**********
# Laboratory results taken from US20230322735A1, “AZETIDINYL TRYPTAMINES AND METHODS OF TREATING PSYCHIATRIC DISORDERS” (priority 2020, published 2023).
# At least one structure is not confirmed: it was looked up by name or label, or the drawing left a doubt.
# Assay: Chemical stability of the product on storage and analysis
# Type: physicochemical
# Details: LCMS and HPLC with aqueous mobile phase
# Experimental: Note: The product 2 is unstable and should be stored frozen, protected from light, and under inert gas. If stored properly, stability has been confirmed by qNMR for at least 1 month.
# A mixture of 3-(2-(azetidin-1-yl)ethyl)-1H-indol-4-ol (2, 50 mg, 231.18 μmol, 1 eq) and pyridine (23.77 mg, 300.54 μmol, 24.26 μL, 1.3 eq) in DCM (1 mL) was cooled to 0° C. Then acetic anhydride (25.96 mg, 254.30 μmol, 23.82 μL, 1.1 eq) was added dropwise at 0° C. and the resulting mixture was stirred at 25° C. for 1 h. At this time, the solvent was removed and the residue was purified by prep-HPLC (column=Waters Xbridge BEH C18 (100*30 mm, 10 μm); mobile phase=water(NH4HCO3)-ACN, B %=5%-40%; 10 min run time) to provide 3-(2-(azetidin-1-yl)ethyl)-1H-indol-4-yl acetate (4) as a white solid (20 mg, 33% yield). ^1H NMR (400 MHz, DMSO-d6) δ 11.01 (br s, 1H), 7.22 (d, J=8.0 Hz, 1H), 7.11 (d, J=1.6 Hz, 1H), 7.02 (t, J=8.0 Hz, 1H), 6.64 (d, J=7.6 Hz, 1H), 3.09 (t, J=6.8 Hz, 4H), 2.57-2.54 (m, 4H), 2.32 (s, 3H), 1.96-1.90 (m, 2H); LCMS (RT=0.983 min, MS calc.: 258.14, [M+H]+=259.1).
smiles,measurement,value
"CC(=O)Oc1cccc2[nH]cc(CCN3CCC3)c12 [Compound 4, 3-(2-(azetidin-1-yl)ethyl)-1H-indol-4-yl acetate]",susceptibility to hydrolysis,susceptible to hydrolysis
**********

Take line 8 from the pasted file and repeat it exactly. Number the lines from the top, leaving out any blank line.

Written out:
smiles,measurement,value